Skip to content

North Van actor Dan Payne good at playing the bad guy

Dan Payne is having trouble getting one child down for a nap and another planted in front of the TV so he can talk: "I'm just on the phone with the nice lady, OK buddy?" he patiently tells his fiveyear-old.
Dan Payne
Dan Payne plays Church, a dirty cop turned gun-for-hire, in No Clue — a new Carl Bessai comedy written by and starring Brent Butt. Scan image with the Layar app to view trailer.

Dan Payne is having trouble getting one child down for a nap and another planted in front of the TV so he can talk: "I'm just on the phone with the nice lady, OK buddy?" he patiently tells his fiveyear-old. It's quite a switch from the tough, imposing characters the actor frequently plays onscreen, including his latest bad-guy turn in Brent Butt's No Clue, opening today.

Payne plays Church, a dirty cop turned gun-forhire, in the film written by and starring Brent Butt (Corner Gas), directed by Carl Bessai, and co-starring Amy Smart and Anchorman's David Koechner. It's a classic case of mistaken identity: Butt plays Leo, an ordinary man who sells novelty products but happens to be in a vacationing private detective's office when a beautiful woman wanders in, needing help. It isn't long before Leo gets in way over his head.

Vancouver gets to play itself, for a change, in this tale of murder, sex and video game-industry intrigue. "Brent doesn't hide that it takes place in Canada," says Payne. "Comedy is universal and I think he has captured that." There's even a line in the film ripped straight from the headlines: "Whoa, whoa, where's everyone getting guns? This is Canada!" "I knew Brent was funny, it's obvious to the entire universe, but when there's a personal aspect level of intelligence that's off the charts, good luck catching

your breath."

On working with director Carl Bessai, Payne says: "His style is very much his own and it's a great thing for any actor to experience. He's very good at nurturing what the actor needs and still getting the shot he needs."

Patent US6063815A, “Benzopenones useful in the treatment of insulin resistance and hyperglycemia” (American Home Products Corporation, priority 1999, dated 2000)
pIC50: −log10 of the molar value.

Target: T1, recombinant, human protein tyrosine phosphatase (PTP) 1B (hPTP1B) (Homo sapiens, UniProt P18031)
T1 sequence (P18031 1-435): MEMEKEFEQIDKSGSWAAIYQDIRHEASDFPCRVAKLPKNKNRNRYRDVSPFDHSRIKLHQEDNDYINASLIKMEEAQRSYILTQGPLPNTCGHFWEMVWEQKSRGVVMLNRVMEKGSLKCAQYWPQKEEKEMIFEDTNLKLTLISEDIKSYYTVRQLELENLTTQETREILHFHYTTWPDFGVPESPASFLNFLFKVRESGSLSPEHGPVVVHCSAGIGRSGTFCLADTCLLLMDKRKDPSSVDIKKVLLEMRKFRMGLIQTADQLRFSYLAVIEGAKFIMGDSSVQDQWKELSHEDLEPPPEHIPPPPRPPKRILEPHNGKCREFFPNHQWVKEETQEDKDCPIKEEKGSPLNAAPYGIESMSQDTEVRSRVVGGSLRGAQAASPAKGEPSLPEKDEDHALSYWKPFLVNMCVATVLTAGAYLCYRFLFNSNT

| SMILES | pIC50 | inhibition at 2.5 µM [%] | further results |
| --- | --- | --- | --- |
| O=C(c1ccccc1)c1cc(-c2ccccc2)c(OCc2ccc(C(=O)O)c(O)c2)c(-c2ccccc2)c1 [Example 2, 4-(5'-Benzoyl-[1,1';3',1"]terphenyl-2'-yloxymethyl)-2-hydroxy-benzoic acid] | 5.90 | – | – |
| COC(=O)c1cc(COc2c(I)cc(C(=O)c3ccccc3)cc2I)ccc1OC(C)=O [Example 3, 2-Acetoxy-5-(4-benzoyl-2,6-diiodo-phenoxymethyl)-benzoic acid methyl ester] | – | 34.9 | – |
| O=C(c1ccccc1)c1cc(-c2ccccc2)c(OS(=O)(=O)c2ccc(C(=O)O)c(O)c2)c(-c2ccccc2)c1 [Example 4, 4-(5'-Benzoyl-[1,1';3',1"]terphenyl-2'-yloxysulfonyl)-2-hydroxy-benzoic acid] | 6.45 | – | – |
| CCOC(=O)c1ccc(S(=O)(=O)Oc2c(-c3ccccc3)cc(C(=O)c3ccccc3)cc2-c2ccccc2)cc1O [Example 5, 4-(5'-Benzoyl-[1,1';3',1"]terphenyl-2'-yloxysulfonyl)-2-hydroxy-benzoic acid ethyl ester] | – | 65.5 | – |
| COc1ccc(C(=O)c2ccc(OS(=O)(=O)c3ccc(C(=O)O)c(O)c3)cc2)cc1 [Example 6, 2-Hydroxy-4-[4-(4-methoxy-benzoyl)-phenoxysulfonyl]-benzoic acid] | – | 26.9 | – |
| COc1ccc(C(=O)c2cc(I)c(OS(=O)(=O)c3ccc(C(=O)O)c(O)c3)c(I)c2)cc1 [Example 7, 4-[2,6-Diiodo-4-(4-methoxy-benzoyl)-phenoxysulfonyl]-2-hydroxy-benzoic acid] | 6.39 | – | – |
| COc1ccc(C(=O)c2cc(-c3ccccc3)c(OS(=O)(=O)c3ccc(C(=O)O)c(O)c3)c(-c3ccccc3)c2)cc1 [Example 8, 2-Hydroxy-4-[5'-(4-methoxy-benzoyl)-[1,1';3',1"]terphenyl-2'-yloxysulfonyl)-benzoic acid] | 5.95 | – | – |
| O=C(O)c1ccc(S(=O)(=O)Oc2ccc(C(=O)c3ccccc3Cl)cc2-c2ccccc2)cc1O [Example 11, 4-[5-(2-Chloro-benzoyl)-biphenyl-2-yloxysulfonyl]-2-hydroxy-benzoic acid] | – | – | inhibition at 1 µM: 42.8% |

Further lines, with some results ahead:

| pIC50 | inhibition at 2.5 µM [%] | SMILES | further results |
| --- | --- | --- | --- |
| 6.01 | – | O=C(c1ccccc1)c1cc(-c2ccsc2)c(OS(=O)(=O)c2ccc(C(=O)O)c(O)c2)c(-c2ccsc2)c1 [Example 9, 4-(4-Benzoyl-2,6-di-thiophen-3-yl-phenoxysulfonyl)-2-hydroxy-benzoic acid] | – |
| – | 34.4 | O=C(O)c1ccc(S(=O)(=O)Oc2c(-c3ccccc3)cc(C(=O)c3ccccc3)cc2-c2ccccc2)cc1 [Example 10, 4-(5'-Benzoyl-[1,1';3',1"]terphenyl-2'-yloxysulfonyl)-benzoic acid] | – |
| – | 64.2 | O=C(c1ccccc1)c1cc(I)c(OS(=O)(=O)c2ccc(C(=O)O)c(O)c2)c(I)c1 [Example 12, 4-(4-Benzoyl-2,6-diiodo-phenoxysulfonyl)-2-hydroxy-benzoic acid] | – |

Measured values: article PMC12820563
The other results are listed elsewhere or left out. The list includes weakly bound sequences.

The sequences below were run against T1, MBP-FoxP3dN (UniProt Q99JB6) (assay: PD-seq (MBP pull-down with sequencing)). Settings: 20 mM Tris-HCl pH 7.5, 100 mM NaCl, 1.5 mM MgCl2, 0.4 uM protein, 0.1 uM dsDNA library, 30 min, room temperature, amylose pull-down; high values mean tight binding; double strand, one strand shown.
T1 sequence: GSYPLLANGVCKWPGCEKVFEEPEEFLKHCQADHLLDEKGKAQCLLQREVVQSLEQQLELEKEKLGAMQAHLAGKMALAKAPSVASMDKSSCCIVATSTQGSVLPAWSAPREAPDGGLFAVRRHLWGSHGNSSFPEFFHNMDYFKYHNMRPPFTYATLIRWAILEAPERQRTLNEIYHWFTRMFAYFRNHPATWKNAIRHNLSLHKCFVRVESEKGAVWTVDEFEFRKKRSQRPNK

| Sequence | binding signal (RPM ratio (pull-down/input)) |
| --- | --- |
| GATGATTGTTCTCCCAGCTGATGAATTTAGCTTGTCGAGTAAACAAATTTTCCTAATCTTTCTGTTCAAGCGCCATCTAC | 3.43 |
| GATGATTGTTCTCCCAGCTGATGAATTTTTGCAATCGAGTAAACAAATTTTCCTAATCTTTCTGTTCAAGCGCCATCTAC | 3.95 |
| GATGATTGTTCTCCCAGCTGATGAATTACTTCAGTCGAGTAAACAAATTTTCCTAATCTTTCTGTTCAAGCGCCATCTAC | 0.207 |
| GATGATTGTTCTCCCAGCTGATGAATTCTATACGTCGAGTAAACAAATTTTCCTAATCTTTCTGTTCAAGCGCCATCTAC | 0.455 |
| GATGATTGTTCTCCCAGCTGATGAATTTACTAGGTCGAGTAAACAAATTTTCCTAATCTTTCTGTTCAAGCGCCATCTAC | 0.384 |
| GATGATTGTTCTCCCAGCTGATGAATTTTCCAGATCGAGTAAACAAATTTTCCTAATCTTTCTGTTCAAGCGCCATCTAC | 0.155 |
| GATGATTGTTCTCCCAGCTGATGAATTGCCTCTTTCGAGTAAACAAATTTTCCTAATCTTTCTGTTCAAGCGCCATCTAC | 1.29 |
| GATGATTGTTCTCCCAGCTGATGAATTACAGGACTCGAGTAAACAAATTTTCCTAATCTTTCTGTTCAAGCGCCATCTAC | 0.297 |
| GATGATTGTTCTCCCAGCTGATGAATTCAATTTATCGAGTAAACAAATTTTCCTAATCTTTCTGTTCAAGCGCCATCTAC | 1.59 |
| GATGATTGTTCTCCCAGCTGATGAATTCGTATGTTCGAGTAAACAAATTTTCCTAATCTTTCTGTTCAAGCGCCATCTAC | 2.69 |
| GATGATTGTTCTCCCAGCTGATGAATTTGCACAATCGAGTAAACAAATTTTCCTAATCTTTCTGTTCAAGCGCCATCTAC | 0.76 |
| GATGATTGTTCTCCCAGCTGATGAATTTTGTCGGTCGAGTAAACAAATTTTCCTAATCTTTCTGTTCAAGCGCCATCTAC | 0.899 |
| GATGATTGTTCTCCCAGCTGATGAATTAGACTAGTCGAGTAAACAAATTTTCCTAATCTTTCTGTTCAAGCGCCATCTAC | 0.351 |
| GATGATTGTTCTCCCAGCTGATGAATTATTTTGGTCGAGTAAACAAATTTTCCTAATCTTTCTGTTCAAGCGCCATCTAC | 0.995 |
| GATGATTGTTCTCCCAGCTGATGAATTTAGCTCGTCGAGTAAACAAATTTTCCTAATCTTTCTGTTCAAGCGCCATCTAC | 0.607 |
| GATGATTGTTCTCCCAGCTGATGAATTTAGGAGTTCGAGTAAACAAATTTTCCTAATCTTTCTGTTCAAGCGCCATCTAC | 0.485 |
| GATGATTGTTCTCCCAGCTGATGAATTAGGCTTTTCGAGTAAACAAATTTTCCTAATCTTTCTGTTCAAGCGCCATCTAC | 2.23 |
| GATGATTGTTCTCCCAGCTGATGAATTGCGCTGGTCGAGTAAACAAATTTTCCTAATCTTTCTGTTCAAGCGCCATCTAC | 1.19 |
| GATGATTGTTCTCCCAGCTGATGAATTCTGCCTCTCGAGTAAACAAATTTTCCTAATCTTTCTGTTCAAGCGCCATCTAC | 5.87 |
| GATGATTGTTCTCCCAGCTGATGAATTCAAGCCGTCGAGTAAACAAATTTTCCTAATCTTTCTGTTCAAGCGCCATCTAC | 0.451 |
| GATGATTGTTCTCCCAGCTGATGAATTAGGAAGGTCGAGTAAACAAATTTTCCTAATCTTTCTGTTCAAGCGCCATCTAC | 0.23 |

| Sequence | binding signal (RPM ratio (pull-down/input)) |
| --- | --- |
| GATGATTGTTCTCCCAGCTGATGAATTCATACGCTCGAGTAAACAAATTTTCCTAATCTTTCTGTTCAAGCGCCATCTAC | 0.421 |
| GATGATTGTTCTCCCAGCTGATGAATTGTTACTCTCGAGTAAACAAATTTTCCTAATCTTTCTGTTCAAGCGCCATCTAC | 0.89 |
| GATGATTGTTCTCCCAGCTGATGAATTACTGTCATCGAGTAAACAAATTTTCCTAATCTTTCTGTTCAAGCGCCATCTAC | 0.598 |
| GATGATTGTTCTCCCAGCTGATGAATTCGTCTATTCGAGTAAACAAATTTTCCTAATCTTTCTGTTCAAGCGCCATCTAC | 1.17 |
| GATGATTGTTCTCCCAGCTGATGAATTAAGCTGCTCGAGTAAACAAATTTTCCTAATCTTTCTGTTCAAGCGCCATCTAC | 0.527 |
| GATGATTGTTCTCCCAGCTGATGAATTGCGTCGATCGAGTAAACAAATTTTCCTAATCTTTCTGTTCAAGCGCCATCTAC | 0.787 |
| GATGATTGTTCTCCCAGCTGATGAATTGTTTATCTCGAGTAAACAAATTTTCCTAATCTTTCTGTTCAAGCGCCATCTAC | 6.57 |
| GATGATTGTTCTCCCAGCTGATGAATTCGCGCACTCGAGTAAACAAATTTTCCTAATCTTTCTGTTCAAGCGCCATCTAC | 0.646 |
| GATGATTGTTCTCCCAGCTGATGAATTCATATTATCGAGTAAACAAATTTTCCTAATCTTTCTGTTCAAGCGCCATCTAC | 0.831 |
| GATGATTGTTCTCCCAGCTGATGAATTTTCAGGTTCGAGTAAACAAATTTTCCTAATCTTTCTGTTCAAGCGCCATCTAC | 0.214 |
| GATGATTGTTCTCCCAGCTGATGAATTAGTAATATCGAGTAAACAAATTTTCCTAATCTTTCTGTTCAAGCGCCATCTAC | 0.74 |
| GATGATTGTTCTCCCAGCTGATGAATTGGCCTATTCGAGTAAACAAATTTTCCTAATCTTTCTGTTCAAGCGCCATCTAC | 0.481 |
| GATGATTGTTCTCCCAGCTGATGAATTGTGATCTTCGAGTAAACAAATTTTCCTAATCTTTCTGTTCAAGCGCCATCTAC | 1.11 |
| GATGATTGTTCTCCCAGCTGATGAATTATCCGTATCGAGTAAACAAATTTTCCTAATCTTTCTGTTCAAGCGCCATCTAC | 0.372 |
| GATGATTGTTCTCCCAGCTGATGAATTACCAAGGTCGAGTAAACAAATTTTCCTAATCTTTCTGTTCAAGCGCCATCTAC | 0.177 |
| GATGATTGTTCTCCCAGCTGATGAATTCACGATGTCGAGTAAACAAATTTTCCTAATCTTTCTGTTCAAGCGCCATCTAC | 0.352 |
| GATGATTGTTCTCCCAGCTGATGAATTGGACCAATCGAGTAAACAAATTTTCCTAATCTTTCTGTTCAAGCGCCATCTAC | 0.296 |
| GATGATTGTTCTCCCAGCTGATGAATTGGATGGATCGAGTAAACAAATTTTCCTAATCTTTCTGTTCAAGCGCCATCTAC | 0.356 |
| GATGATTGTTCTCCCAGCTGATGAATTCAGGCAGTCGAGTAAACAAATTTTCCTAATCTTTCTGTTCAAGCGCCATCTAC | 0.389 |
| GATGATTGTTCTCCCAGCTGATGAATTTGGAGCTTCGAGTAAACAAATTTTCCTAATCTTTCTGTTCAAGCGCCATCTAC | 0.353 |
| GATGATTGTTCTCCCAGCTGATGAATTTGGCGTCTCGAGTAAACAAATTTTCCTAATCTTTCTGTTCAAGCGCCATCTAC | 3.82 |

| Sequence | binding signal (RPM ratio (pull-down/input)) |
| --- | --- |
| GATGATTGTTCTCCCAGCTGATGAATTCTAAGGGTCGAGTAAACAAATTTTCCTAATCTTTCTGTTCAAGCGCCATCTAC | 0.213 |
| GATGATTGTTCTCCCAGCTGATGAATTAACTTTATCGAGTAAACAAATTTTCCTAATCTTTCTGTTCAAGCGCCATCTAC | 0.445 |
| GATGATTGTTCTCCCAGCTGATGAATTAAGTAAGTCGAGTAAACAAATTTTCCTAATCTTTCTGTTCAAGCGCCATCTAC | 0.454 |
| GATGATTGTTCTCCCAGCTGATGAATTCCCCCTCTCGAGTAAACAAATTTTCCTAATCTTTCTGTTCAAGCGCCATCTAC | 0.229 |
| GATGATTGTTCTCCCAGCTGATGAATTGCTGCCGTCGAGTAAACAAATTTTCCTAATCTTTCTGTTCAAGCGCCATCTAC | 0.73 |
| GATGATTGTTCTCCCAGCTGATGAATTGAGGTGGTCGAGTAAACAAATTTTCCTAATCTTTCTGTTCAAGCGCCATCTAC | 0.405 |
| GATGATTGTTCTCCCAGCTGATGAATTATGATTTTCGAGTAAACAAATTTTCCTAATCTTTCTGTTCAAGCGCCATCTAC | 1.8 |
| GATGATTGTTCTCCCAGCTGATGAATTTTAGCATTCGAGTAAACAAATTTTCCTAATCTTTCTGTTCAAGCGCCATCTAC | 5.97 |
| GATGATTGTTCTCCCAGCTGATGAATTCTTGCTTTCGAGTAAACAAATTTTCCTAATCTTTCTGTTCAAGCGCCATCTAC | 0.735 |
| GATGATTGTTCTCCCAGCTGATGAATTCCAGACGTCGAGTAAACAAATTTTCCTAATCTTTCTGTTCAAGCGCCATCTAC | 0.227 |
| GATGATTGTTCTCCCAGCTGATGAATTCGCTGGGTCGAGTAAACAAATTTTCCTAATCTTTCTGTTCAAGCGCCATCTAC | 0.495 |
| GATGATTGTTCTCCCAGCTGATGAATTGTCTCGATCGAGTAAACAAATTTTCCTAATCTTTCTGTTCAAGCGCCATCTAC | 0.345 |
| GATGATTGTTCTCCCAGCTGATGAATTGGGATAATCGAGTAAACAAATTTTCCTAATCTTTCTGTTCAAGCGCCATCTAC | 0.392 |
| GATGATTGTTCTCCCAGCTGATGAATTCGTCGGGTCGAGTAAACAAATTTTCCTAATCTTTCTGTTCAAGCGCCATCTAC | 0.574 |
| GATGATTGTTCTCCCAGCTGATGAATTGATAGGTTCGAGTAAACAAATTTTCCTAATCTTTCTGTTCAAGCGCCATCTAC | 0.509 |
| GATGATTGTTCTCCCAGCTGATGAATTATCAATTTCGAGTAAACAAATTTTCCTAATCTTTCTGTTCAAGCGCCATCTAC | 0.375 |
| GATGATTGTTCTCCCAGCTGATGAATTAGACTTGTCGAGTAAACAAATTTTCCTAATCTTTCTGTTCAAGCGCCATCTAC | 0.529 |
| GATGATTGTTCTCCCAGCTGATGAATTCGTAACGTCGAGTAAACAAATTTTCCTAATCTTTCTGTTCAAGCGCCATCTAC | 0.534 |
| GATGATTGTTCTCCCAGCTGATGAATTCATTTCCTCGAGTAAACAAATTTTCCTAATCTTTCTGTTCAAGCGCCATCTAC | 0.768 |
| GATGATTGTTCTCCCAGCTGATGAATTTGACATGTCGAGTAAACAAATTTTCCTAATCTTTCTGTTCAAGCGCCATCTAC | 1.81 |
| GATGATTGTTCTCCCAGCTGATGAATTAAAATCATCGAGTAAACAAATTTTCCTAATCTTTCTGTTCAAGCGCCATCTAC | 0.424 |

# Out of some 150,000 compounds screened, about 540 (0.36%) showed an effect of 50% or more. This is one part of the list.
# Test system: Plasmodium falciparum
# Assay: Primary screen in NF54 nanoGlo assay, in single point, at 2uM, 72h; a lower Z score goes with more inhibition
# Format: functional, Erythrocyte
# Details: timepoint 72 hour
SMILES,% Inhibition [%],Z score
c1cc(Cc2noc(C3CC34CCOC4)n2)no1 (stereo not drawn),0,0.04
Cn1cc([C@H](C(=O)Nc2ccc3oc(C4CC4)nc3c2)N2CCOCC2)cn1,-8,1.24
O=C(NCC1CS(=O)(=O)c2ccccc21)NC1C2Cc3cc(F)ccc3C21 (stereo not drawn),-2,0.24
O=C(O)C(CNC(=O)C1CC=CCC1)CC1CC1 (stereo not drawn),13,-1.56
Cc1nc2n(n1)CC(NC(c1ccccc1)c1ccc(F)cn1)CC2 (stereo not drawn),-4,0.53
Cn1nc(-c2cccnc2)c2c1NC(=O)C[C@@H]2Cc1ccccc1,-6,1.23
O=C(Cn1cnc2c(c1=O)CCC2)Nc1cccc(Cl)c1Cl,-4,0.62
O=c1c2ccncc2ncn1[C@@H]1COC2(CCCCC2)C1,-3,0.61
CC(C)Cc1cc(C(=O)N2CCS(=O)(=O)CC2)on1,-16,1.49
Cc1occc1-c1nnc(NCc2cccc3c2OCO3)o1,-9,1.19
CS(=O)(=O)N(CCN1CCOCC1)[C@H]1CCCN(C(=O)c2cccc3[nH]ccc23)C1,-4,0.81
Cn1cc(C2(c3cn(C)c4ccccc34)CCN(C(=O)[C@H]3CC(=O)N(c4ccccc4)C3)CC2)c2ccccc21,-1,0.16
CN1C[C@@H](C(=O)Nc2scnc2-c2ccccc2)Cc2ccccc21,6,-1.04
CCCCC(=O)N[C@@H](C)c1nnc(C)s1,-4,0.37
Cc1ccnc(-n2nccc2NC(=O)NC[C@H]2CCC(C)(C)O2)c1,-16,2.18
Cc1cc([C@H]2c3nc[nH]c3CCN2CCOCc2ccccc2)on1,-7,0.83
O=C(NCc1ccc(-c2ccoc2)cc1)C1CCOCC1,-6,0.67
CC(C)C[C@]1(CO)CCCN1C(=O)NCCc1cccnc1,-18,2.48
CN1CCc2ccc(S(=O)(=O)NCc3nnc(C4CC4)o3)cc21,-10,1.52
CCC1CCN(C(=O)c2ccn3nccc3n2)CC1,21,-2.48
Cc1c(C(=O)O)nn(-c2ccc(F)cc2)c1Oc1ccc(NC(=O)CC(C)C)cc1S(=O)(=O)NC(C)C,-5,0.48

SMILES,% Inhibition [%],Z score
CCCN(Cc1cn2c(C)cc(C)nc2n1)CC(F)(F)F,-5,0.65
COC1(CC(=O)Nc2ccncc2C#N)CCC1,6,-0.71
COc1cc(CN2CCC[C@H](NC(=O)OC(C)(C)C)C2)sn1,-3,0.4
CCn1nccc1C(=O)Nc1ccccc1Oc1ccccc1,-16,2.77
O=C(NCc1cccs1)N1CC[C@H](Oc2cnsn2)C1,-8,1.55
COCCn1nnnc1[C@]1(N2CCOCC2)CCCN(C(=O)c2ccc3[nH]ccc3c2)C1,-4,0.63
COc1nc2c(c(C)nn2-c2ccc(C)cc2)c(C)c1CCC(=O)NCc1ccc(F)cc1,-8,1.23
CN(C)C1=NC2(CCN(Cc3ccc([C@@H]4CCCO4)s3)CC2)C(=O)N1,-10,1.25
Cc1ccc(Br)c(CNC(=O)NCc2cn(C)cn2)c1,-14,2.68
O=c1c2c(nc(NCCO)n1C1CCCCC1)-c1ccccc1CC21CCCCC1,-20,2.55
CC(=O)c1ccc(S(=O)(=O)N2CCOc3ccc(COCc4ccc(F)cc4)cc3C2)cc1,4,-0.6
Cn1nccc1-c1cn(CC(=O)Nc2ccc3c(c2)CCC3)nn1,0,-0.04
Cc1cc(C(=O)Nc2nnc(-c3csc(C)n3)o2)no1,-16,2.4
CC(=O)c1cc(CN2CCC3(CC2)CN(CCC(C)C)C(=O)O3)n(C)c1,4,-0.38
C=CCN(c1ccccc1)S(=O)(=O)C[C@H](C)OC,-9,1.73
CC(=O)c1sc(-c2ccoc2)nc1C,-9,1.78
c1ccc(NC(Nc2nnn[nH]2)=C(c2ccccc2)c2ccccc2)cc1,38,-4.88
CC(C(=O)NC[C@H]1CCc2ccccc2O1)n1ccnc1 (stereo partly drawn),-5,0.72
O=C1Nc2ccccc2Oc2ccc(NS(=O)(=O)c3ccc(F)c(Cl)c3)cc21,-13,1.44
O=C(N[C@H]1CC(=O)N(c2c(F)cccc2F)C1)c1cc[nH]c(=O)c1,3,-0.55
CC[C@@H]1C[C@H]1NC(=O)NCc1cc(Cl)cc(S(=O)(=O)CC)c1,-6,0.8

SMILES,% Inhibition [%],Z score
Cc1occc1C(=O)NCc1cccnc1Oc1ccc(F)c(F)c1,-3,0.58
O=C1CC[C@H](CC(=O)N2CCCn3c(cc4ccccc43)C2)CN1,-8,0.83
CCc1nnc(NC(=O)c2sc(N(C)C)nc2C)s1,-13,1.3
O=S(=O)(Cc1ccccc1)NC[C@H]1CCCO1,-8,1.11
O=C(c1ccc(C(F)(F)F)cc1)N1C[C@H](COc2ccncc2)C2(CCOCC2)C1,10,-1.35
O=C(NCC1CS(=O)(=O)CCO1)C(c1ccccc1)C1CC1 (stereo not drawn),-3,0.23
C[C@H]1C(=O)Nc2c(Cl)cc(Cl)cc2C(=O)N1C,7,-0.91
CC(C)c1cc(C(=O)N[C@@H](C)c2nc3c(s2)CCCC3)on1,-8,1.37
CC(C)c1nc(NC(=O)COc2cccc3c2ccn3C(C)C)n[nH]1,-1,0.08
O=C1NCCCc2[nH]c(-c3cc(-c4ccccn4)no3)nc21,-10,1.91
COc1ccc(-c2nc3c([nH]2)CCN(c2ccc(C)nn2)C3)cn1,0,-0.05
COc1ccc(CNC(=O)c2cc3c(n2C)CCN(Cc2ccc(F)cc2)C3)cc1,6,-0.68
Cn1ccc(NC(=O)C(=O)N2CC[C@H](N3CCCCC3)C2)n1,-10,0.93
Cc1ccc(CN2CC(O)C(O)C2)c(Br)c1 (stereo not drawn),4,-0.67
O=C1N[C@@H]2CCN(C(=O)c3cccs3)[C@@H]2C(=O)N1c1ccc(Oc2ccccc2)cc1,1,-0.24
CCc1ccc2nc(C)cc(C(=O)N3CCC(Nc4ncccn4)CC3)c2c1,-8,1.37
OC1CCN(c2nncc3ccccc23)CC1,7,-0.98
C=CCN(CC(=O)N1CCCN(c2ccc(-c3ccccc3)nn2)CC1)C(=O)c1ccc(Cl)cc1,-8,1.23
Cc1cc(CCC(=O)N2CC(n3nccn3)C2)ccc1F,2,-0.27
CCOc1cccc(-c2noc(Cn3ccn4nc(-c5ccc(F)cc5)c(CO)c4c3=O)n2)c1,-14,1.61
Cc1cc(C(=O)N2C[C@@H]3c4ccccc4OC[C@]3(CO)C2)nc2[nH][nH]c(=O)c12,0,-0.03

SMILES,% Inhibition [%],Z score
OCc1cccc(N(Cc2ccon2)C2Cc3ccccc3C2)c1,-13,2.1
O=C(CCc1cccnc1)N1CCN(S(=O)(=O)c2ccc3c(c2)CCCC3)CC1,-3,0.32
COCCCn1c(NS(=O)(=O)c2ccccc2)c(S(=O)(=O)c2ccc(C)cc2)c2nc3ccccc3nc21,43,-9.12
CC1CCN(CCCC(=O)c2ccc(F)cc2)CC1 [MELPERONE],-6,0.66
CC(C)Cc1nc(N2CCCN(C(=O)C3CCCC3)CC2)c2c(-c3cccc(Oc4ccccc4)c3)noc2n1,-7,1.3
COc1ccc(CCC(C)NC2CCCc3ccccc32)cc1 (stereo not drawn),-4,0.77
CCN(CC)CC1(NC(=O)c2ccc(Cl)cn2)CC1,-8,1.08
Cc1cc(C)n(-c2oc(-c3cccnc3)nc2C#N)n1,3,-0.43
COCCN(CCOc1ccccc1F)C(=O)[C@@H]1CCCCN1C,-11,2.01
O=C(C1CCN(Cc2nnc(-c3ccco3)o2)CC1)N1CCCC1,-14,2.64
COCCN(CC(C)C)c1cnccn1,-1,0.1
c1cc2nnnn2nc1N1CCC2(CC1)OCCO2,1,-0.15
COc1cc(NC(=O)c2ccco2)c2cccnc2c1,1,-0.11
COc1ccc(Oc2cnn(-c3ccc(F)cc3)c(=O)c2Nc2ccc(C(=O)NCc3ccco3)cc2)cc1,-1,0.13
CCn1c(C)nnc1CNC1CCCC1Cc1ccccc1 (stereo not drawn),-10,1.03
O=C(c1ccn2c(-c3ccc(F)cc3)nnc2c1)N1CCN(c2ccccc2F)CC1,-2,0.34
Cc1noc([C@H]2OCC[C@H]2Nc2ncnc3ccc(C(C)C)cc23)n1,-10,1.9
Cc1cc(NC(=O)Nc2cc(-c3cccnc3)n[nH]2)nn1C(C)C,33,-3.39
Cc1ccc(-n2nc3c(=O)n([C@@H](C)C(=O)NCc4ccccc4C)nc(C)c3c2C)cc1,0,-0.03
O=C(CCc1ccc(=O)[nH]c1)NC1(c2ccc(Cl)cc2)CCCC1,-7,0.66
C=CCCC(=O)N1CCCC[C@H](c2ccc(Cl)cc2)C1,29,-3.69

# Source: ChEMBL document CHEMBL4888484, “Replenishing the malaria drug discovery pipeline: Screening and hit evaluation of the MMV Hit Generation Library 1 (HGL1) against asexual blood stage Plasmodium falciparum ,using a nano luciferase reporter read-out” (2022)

During filming, Payne spent a great deal of time chasing Smart and Butt through the streets of Vancouver, Langley and Squamish for the noir-ish thriller/comedy, and doing many of his own stunts. It was a tight shoot but a nice commute for the actor, who has called North Vancouver home for the past six years. On days off he heads for the hills and the suspension bridge, but admits that he doesn't so much hike Lynn Headwaters now as take it at a slow crawl with two young kids. Nevertheless "it's heaven up here," he says of the North Shore.

Payne was born in Victoria but was a "borderline nomad" growing up. With the advantage of his height - he's 6-4" - he emerged as a star volleyball player and was recruited to play professionally in Holland. The language barrier was tough (a Dutch girlfriend to act as translator helped!) but Payne loved the game and the experience. After that he joined his brother in Australia, where the two made their own short films and talked of starting their own production house. Instead Payne headed for London, doing theatre and the audition circuit.

After moving back to Canada Payne found himself with roles on Stargate, Supernatural, Divine: The Series, Tower Prep and in films such as Watchmen (he played Dollar Bill), Cabin in the Woods, and a lead role in the drama Mulligans, from which he says he still gets "very gratifying feedback" from fans on his Twitter and Facebook sites.

But writing is his other passion. Payne has written a "by me, for me" comedybased pilot about a brokedown hockey player that he calls "Californication in a toque." While it's fun to play bad guys, the actor finds himself constantly drawn back to comedy.

Payne is nursing a smashed thumb from stunt work on last week's job and is shooting a lead in a movie of the week this week. "I'm extremely grateful to be busy," says the actor, who appreciates being able to kick back with the family and be a stay-at-home dad in his downtime. "I am just a huge supporter of living your life the best way you know how, and trusting your heart. .. . because if you ride the roller coaster of the external you're bound to be disappointed."